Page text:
October 1, 2010
Jan Schakowsky deserves to be re-elected to Congress from the 9th district because:
1) She best represents the left-of-center political inclinations of her North Side and north suburban constituents.
2) She has proved to be an excellent representative, effective both in the district and in Washington.
Jan Schakowsky is the easy choice for us on Nov. 2.
Even in these anti-incumbent, conservative-backlash times, it's hard to see how Schakowsky has much to worry about in this election, although she's running hard against a highly organized Republican challenger, Joel Pollak, who is trying to tap into Tea Party disgruntlement and nervous concerns for Israel to score a major upset.
The 9th District has voted solidly Democratic for more than 60 years, mostly recently going 72 percent for Barack Obama for president in 2008 and 68 percent for John Kerry in 2004. The district has sent Schakowsky to Washington with similar landslide support since 1999.
Schakowsky was a vocal opponent of the war in Iraq, a strong advocate for health-care reform -- assuming a leading role in the fight not to use the bill to restrict abortion rights -- and a consistent critic of policies by both the Bush and Obama administrations that compromise civil liberties and human rights.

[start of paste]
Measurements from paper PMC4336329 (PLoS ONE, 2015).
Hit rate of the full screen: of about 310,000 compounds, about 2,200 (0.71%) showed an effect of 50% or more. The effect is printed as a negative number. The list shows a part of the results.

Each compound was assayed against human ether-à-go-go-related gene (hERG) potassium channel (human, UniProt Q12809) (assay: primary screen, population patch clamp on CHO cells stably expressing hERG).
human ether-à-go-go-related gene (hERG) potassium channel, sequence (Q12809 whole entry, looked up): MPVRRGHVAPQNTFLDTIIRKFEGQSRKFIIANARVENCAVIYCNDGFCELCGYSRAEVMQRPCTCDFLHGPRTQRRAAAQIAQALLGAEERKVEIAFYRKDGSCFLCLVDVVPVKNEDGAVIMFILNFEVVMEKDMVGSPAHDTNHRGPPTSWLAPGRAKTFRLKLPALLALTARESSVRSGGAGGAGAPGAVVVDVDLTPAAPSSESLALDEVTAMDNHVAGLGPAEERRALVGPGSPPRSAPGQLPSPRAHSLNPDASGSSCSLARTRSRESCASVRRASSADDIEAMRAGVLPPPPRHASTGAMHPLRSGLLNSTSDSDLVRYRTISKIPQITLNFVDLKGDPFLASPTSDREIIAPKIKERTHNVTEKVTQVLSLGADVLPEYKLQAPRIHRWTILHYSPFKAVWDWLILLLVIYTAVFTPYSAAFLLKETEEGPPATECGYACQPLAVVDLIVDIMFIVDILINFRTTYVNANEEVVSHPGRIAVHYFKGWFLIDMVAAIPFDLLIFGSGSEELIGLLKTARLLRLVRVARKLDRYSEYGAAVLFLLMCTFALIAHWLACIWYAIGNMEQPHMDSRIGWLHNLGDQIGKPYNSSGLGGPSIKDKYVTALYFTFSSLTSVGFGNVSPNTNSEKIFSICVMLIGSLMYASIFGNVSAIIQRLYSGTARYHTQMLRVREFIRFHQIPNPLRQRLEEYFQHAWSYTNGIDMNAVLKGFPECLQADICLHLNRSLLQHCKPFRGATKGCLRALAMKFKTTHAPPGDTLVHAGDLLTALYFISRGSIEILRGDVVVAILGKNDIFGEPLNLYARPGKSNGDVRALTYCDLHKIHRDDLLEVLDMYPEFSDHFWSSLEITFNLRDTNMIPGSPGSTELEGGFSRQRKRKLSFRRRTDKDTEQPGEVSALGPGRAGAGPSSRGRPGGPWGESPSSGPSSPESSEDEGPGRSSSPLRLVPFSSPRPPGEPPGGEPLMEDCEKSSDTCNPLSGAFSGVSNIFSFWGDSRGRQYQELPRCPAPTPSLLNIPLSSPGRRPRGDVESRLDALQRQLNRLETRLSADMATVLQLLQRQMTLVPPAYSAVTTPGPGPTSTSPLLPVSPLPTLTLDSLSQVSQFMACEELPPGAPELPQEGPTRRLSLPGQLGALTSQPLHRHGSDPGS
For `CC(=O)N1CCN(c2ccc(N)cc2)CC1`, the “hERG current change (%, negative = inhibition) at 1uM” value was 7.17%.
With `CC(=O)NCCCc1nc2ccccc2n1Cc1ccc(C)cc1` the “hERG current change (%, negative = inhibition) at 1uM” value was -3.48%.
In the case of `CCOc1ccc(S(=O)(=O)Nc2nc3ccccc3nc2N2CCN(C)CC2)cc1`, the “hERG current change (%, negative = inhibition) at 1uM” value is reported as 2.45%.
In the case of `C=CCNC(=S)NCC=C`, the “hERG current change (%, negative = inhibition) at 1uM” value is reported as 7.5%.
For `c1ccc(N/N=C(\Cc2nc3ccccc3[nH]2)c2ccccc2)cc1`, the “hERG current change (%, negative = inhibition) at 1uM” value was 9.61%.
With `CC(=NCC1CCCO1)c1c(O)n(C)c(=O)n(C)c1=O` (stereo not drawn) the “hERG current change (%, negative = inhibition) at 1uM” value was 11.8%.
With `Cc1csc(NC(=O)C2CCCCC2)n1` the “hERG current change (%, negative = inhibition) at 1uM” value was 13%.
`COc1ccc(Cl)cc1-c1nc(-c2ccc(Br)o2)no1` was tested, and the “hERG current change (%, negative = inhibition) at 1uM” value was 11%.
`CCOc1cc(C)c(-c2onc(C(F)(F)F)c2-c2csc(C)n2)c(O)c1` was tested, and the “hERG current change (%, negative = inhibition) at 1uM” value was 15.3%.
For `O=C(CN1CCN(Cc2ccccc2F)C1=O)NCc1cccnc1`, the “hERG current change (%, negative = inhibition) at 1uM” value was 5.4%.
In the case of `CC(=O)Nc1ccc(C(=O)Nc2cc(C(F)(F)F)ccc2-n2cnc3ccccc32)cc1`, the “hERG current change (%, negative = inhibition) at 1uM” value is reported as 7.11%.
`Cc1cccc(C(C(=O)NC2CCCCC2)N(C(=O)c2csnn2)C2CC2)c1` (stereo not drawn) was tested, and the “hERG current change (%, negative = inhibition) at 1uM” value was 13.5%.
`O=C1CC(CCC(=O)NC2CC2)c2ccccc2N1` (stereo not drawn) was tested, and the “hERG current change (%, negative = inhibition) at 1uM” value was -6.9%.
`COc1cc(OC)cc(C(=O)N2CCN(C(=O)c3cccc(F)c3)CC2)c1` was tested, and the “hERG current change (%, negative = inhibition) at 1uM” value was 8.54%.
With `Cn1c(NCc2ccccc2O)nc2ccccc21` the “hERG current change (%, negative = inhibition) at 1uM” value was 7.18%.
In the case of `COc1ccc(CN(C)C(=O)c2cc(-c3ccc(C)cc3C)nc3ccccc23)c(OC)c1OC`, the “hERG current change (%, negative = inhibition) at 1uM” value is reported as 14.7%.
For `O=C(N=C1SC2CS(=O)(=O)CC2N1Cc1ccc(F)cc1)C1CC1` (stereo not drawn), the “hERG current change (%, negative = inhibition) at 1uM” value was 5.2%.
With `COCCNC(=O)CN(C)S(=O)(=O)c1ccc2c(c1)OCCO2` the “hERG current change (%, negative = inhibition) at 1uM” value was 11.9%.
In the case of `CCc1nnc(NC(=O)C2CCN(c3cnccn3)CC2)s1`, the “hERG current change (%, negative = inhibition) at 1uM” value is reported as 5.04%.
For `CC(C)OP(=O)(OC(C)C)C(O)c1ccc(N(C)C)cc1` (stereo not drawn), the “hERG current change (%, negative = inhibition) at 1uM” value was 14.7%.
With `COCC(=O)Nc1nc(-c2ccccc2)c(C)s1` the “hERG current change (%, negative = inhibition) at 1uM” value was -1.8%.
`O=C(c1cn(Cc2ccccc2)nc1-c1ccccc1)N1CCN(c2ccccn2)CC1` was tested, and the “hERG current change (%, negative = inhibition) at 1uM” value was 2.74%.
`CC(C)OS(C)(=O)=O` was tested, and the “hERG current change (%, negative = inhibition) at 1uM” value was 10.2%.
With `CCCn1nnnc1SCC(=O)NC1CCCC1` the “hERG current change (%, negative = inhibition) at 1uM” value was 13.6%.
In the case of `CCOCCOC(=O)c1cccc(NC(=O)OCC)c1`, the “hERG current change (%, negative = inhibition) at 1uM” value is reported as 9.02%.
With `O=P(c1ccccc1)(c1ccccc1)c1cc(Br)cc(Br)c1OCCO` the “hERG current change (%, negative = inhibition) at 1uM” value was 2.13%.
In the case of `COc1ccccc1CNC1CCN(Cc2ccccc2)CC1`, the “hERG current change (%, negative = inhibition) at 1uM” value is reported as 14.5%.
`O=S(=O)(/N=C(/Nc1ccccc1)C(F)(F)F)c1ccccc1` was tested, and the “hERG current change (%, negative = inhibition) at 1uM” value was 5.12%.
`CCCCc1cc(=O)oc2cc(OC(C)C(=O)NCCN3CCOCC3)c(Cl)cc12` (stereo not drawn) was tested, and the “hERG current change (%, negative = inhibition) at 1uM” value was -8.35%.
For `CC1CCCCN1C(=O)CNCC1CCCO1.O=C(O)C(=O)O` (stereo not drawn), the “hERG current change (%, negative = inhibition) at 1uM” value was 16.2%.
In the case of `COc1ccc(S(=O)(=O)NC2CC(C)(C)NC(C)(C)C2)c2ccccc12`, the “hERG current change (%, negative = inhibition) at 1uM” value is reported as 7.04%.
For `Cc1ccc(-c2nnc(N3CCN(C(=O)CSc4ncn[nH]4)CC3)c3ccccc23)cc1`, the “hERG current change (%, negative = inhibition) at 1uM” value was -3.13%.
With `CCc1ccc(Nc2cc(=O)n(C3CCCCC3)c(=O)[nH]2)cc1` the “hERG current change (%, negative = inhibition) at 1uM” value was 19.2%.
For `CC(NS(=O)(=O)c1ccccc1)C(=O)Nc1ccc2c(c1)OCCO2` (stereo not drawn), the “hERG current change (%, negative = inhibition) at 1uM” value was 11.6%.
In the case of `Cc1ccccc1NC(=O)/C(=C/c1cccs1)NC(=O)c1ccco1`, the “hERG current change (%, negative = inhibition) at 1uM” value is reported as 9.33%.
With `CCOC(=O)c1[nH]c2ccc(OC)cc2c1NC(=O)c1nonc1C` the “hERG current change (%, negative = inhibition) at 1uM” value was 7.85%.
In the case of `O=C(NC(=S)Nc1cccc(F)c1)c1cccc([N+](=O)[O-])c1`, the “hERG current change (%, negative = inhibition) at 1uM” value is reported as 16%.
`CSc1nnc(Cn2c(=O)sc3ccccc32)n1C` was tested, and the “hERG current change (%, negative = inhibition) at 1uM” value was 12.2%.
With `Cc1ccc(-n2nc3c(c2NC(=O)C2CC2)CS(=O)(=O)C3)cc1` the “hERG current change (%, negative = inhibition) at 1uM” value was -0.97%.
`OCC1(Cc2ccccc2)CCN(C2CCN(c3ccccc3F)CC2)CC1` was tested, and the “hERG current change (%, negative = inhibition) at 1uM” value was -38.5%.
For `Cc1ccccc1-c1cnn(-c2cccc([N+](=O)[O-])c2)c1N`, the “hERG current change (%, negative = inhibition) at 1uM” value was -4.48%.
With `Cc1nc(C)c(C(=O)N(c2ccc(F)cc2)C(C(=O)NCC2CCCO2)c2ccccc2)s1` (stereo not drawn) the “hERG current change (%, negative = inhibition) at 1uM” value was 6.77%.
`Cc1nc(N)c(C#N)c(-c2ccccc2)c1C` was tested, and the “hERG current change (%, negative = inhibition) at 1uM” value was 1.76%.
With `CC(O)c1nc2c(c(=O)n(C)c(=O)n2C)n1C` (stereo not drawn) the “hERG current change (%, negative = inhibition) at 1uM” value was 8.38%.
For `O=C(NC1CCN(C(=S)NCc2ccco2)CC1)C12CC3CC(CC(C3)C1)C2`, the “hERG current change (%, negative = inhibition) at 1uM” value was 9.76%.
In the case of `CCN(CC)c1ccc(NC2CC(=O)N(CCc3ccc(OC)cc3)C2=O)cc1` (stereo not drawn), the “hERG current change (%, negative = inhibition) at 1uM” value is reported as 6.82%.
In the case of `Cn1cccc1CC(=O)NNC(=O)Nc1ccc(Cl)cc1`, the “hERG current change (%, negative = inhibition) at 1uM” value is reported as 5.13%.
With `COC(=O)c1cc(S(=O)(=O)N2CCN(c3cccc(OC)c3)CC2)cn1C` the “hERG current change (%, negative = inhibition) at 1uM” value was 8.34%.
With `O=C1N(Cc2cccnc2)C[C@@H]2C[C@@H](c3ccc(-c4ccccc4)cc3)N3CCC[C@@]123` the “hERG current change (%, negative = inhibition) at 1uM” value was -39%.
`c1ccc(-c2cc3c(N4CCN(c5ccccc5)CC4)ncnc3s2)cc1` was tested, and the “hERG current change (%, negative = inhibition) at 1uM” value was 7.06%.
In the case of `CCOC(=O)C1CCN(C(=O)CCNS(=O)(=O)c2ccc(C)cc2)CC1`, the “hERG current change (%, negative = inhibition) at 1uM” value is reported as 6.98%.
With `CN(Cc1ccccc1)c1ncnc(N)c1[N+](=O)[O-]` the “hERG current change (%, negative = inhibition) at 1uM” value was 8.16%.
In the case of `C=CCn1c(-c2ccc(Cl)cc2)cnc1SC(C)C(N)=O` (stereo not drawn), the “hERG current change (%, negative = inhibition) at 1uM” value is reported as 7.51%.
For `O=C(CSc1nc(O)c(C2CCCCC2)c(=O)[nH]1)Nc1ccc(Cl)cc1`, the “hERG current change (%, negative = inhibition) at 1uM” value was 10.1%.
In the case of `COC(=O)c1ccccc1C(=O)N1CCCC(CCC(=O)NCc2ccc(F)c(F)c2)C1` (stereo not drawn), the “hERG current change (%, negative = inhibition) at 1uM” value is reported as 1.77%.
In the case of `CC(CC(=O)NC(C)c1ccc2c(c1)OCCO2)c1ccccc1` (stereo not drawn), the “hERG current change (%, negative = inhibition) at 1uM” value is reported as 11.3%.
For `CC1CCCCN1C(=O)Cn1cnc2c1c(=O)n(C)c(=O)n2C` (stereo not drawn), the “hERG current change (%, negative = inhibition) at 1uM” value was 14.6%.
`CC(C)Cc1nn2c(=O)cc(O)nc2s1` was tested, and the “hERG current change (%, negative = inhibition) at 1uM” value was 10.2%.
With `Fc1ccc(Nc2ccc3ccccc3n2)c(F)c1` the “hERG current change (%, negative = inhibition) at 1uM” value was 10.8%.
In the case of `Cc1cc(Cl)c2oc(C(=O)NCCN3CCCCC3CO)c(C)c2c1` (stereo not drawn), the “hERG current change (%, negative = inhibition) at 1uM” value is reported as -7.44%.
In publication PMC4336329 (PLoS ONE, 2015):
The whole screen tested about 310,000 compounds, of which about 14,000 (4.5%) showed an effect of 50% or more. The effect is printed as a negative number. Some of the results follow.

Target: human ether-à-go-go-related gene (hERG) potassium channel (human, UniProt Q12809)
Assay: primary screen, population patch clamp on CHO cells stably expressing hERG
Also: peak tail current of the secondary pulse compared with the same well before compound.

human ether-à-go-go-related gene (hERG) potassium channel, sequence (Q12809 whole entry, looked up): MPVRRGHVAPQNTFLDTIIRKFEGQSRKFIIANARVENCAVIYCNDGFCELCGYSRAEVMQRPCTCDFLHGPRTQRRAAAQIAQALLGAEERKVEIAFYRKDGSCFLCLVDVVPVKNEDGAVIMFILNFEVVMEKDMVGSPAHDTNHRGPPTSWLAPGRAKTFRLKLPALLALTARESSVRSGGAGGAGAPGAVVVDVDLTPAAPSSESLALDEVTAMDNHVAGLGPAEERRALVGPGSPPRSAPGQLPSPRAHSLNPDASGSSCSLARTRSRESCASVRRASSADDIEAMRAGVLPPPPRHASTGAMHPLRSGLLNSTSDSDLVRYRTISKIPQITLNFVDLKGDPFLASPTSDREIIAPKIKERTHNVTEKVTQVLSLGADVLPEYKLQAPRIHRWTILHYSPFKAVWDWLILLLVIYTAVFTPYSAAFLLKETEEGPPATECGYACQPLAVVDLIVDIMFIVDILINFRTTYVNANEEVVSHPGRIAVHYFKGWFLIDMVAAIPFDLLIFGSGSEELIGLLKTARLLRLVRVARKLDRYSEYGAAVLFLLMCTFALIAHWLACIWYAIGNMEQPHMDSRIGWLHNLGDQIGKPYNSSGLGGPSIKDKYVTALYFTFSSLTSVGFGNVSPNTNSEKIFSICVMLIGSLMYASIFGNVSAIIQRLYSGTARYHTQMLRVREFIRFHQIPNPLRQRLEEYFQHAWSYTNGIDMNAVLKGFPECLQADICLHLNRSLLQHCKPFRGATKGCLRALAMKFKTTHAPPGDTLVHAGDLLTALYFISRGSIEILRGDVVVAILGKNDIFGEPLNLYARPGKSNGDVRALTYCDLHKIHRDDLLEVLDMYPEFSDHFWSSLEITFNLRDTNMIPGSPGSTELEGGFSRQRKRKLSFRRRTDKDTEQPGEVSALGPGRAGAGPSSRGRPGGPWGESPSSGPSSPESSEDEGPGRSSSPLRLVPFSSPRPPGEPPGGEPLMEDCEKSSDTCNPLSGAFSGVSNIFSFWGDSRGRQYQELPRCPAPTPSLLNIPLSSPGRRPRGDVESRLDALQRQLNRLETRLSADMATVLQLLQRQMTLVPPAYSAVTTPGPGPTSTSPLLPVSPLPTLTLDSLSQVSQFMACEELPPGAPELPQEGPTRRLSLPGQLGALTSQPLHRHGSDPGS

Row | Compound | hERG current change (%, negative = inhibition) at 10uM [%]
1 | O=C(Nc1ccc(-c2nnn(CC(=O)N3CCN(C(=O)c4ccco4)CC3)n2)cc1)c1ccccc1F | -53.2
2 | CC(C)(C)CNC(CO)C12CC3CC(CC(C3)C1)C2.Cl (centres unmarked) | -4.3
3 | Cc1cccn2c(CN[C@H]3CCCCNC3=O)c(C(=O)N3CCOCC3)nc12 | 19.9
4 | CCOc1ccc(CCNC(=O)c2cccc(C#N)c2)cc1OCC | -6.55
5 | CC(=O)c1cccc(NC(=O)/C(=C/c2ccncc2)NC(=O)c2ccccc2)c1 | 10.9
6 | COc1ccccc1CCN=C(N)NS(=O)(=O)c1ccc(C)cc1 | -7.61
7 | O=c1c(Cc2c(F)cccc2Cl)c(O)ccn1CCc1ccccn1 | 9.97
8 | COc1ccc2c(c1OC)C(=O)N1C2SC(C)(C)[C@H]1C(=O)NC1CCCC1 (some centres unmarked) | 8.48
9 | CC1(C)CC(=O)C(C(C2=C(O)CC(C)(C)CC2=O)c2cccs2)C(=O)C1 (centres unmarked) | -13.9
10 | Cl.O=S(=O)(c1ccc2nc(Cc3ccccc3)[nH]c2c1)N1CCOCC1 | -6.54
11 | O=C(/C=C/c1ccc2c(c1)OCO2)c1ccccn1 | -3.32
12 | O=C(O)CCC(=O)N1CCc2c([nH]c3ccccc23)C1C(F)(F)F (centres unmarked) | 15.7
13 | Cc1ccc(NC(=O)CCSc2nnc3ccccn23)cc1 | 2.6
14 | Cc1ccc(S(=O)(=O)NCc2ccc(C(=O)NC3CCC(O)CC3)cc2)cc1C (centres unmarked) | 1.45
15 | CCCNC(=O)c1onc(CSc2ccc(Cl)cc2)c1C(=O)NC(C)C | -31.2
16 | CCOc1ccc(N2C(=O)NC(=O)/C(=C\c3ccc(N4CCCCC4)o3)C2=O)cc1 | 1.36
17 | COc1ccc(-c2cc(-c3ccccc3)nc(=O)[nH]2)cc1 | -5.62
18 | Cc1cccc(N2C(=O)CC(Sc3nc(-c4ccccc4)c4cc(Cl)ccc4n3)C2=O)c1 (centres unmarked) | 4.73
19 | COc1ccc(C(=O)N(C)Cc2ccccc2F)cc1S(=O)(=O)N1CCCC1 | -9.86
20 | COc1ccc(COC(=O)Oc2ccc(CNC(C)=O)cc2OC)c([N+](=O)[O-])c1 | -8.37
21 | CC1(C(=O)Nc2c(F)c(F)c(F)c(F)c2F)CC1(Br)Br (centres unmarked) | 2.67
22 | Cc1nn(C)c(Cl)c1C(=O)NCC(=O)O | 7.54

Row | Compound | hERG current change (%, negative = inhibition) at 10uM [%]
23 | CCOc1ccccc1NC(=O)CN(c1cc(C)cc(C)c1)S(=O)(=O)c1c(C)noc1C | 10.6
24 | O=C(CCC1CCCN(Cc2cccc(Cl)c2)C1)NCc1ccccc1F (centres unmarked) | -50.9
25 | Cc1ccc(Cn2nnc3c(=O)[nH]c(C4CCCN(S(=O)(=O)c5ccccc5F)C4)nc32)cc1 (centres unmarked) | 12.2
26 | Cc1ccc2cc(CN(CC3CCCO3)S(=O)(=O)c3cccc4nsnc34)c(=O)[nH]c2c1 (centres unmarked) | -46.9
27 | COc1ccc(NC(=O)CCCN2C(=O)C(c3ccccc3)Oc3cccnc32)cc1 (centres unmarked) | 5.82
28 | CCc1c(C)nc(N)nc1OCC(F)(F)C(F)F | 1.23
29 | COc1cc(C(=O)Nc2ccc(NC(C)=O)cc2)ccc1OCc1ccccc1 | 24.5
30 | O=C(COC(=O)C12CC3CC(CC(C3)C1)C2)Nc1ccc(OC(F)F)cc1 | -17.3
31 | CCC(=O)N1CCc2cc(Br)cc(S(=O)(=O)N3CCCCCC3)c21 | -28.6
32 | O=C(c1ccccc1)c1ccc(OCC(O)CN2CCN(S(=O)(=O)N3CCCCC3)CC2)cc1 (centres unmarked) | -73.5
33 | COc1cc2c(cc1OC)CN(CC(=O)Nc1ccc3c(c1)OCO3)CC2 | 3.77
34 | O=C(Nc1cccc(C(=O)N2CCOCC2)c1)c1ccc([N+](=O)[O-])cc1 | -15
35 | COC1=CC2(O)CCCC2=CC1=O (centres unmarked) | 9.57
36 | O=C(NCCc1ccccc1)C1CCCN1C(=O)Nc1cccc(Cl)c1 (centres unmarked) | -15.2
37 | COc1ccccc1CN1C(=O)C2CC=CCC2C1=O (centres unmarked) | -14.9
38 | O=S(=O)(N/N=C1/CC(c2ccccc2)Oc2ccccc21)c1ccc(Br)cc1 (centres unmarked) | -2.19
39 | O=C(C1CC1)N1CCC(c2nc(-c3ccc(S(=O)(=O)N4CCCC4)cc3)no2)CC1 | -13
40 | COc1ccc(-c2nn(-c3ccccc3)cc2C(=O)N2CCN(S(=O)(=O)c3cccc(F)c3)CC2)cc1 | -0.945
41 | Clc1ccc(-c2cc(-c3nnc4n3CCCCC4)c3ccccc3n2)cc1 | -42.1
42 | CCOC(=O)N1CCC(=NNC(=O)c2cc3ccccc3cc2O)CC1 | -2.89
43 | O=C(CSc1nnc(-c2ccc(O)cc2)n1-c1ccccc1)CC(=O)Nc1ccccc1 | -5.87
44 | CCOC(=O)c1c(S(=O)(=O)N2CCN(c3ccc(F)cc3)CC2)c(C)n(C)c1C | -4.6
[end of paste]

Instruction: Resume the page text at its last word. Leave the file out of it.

In her district, Schakowsky is justifiably proud of her constituent services program, solving problems for thousands of residents on such matters as Social Security, Medicare and immigration.
In Pollak, Schakowsky's opponent, we see a young man -- only 33 -- with energy and smarts who has a promising future ahead. This is a Phi Beta Kappa graduate of Harvard University and Harvard Law School who has studied environmental issues in Alaska; tutored poor kids in South Africa; earned a master's degree in Jewish Studies at the University of Cape Town and -- though an Orthodox Jew -- lived with a Muslim family for two years while studying Arabic.
Our gut sense, however, is that Pollak's politics are still evolving. While he sounds like a true believer when he talks conservative economics, his right-wing scornful rhetoric on other matters, such as Michelle Obama's child nutrition campaign, strikes us as forced and opportunistic. We can't help but wonder if he's trying to compensate for his more moderate views on social issues such as gay rights -- he favors civil unions -- and immigration.
Where Pollak, a legal researcher and writer, completely runs afoul of the truth, however, is in his effort to portray Schakowsky as insufficiently pro-Israel. What nonsense.
Schakowsky, who is Jewish, calls the insinuation "hurtful." She has been an unwavering friend of Israel, with an overwhelmingly strong pro-Israel voting record.
With enthusiasm, we endorse Jan Schakowsky.